The Response of South Africa’s Policy Landscape to Global and Local Trends - The Case of a Rural-Based University - Pages 463-470 
Pravina Pillay and Thayabaran Pillay

DOI: https://doi.org/10.6000/1929-4409.2020.09.45

Published: 21 September 2020

Abstract: Globalisation is a highly contested term and has become a site for tension. Whilst globalisation in the context of Higher Education must be lauded for giving students and scholars access to work on a global platform, it has also reinforced inequalities that are already prevalent and has even created new ones. The negative impact of globalisation is evident most explicitly in developing countries such as South Africa and in smaller institutions of Higher Learning such as the University of Zululand. To compound the already precarious situation, one finds that in addition to accommodating elements of globalisation, institutions of Higher Learning have to also accommodate local trends such as the Africanisation of Education. Whilst globalisation has swept across the world and has impacted almost every sphere of life, the foci of this paper is on how policies in Higher Education, with special reference to the University of Zululand, have responded to global trends and local needs. This is a qualitative study. The methodology used is document analysis. This study interrogates the Language and Research policies of the University of Zululand to illuminate on how the aforementioned institution responds to global and local needs. The main finding of the study is that institutions of Higher Learning, in crafting their policy documents, are incorporating globalisation and are finding innovative ways of embracing local trends at the same time.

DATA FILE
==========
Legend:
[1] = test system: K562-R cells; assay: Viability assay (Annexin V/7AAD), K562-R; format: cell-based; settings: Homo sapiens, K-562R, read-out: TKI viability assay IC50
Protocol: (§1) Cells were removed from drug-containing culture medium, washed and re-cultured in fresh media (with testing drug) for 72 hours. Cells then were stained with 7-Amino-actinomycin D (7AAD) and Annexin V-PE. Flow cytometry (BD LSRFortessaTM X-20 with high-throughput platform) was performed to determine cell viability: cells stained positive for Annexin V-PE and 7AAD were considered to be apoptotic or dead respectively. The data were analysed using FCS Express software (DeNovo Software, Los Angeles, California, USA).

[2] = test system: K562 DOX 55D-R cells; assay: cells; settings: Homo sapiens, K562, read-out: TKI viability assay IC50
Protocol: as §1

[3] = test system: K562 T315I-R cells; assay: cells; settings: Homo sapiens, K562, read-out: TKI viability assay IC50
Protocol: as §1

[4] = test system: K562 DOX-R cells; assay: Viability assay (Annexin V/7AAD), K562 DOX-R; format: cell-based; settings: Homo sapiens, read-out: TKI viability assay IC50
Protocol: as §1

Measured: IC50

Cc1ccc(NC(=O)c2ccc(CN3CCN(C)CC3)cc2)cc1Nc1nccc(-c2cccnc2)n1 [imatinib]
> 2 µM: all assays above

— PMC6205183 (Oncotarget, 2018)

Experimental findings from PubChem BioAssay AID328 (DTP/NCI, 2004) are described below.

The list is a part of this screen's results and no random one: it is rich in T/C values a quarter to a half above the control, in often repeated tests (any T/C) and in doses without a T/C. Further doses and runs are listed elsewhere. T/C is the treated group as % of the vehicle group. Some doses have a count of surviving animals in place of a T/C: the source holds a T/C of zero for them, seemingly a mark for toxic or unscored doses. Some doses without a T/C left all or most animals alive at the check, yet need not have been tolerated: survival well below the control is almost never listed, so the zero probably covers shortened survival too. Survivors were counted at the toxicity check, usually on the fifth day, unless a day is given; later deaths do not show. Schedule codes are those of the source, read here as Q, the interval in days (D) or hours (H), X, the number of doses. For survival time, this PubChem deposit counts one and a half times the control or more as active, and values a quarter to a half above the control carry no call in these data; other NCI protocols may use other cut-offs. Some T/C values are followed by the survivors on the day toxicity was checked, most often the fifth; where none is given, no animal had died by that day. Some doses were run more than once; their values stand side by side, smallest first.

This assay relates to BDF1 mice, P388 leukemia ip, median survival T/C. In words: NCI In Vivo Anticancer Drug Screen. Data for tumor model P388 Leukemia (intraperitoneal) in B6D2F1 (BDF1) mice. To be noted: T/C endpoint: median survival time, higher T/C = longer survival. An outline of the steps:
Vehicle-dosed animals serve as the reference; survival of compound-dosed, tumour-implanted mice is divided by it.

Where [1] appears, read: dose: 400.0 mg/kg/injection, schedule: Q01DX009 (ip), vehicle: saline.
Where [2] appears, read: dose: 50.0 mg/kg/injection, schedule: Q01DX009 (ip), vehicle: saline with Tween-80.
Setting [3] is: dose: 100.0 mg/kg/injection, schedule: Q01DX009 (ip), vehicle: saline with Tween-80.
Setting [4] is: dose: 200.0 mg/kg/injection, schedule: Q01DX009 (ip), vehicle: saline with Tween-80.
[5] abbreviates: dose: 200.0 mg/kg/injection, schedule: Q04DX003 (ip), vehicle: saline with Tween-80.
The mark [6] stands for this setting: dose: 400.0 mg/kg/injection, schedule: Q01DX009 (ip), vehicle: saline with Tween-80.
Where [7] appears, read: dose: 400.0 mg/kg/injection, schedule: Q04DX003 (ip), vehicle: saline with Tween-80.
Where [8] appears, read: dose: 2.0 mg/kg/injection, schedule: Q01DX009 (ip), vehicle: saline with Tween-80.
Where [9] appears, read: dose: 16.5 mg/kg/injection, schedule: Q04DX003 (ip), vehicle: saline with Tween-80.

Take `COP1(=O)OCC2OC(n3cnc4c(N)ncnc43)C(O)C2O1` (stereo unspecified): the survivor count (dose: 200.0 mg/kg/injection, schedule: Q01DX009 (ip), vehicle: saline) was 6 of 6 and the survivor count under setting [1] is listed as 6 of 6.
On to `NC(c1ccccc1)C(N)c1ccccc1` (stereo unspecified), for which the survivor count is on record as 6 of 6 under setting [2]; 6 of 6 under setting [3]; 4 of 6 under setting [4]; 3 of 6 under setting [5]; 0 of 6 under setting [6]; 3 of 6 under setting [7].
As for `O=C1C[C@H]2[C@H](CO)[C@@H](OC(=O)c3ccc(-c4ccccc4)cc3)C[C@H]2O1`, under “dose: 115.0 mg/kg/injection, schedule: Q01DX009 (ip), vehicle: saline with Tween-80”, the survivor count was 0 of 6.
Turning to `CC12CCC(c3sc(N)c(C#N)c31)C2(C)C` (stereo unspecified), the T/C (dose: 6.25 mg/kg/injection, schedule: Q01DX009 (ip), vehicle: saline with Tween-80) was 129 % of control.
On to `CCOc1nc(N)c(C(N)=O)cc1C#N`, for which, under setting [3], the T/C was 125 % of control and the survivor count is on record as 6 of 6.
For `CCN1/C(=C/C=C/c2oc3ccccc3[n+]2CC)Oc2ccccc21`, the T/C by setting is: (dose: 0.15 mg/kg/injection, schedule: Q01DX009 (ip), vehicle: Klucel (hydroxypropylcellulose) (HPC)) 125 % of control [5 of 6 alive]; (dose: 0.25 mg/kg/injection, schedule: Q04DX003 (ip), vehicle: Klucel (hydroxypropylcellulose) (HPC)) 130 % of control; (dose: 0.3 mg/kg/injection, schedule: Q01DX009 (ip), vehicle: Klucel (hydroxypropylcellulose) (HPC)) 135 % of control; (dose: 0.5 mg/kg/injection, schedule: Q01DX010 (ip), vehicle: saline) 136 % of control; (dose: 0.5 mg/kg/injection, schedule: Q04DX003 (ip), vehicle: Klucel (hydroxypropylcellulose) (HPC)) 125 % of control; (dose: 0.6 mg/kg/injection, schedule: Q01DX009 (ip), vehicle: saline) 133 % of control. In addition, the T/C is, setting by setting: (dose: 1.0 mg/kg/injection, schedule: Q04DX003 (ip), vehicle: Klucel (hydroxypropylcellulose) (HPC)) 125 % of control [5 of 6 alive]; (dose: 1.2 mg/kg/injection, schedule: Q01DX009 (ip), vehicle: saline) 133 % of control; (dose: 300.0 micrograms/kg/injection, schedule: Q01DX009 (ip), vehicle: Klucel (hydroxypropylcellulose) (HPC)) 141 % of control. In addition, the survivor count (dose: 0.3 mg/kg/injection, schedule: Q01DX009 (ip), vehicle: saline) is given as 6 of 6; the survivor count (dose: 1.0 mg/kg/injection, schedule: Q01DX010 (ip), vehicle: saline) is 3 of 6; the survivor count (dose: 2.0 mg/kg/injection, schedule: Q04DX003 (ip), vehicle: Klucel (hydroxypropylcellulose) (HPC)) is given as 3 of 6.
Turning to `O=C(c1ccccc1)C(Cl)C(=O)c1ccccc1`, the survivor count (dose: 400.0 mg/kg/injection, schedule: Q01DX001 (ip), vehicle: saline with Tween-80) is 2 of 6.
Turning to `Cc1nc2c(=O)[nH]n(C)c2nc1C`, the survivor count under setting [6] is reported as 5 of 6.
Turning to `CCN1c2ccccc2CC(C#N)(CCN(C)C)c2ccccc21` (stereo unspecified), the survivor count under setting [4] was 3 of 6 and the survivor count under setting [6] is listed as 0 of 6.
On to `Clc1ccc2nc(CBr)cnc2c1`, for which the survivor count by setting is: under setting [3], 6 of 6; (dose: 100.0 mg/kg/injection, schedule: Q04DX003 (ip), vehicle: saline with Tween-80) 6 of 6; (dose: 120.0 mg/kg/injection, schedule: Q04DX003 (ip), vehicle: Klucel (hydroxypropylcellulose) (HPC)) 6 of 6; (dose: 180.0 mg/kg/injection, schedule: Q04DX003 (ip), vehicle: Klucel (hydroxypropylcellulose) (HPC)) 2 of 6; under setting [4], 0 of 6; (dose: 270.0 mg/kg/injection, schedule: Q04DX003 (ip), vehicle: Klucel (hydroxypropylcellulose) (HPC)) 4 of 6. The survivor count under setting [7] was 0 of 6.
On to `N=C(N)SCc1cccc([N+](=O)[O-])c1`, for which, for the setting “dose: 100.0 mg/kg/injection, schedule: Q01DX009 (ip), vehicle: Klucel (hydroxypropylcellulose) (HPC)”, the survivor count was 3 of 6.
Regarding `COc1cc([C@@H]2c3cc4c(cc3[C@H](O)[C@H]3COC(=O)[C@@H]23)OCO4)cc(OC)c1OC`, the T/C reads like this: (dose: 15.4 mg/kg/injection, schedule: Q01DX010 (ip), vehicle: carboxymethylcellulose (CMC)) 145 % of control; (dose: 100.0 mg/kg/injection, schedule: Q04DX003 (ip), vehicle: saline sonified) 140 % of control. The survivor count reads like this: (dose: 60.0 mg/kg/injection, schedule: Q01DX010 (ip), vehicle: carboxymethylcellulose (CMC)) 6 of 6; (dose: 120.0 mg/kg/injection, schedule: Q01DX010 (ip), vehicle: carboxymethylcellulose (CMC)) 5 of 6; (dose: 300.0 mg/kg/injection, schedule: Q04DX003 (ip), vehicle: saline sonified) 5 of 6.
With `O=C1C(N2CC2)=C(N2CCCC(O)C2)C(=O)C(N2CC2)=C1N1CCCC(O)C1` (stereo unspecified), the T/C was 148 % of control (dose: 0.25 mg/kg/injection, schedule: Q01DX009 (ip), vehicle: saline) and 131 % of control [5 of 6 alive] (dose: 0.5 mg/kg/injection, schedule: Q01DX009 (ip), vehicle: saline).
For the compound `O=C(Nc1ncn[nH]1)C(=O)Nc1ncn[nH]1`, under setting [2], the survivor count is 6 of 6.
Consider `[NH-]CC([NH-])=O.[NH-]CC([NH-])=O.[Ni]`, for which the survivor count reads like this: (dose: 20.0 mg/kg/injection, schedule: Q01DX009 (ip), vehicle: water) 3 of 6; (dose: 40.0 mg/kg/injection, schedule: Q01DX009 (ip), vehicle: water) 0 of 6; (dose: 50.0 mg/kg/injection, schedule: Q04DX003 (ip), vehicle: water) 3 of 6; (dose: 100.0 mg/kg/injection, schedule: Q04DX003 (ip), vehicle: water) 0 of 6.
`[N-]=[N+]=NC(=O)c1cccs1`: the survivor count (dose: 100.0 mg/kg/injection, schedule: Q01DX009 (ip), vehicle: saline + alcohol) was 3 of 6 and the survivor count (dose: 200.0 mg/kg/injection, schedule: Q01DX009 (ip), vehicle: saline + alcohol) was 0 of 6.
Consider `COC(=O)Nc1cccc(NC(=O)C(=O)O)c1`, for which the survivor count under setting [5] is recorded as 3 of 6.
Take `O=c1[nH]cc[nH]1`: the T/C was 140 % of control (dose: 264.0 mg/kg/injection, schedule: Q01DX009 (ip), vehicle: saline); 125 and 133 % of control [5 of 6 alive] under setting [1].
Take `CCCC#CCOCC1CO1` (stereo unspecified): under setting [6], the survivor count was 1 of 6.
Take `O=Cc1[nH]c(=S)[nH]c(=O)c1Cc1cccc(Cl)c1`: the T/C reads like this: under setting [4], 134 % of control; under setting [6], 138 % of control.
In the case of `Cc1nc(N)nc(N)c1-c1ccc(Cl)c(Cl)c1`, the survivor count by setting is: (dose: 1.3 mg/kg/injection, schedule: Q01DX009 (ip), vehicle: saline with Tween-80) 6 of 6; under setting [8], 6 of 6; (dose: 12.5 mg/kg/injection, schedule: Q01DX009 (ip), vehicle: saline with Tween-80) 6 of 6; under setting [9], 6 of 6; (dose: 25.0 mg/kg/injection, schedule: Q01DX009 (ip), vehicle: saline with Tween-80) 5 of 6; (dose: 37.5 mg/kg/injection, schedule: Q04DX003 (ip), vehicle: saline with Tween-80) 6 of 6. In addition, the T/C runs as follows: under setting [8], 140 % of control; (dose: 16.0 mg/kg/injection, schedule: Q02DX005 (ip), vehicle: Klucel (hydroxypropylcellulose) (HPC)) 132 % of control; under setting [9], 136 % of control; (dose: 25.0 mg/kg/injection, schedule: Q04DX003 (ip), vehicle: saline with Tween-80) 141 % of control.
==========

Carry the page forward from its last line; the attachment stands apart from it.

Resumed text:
Keywords: Globalisation, Local Trends, Internationalisation.


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